Nanoscale Switch Breaks Miniaturization Barrier
An ultrafast, ultrasmall optical switch could advance the day when photons replace electrons in the innards of consumer products ranging from cellphones to automobiles. The new optical device can turn on and off trillions of times per second. It consists of individual switches that are only one five-hundredth the width of a human hair (200 nanometers) in diameter.
This size is much smaller than the current generation of optical switches and easily breaks one of the major technical barriers to the spread of electronic devices that detect and control light: miniaturizing the size of ultrafast optical switches.
The new device was developed by a team of scientists from Vanderbilt, the University of Alabama–Birmingham, and Los Alamos National Laboratory and is described in the March 12 issue of the journal Nano Letters.
The ultrafast switch is made of an artificial material engineered to have properties that are not found in nature. In this case, the “metamaterial” consists of nanoscale particles of vanadium dioxide (VO2)—a crystalline solid that can rapidly switch back and forth between an opaque, metallic phase and a transparent, semiconducting phase—which are deposited on a glass substrate and coated with a “nanomesh” of tiny gold nanoparticles.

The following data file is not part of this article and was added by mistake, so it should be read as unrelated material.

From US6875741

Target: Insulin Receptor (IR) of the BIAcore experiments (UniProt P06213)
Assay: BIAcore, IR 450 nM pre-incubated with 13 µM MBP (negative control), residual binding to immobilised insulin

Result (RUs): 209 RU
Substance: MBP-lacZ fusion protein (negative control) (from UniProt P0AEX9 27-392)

The scientists report that bathing these gilded nanoparticles with brief pulses from an ultrafast laser generates hot electrons in the gold nanomesh that jump into the vanadium dioxide and cause it to undergo its phase change in a few trillionths of a second.
“We had previously triggered this transition in vanadium dioxide nanoparticles directly with lasers and wanted to see if we could do it with electrons as well,” says Richard Haglund, Stevenson Professor of Physics at Vanderbilt, who led the study. “Not only does it work, but the injection of hot electrons from the gold nanoparticles also triggers the transformation with one-fifth to one-tenth as much energy input required by shining the laser directly on the bare VO2.”
Industry and government are investing heavily in efforts to integrate optics and electronics because it is generally considered the next step in the evolution of information and communications technology. Intel, Hewlett-Packard and IBM have been building chips with increasing optical functionality that operate at gigahertz speeds—one-thousandth that of the VO2 switch.
“Vanadium dioxide switches have a number of characteristics that make them ideal for optoelectronics applications,” says Haglund. In addition to their speed and size, they:
• are completely compatible with current integrated circuit technology—both silicon-based chips and the new “high-K dielectric” materials being developed by the semiconductor industry;
• operate in the visible and near-infrared region of the spectrum that is optimal for telecommunications applications; and
• generate an amount of heat low enough that switches can be packed tightly enough to make practical devices.
Graduate students Kannatassen Appavoo, PhD’12, and Joyeeta Nag, MS’08, PhD’11, fabricated the metamaterial at Vanderbilt. The theoretical and computational studies that helped unravel the complex mechanism of the phase transition at the nanoscale were carried out by postdoctoral student Bin Wang and Sokrates Pantelides, University Distinguished Professor of Physics and Engineering and the William A. and Nancy F. McMinn Professor of Physics.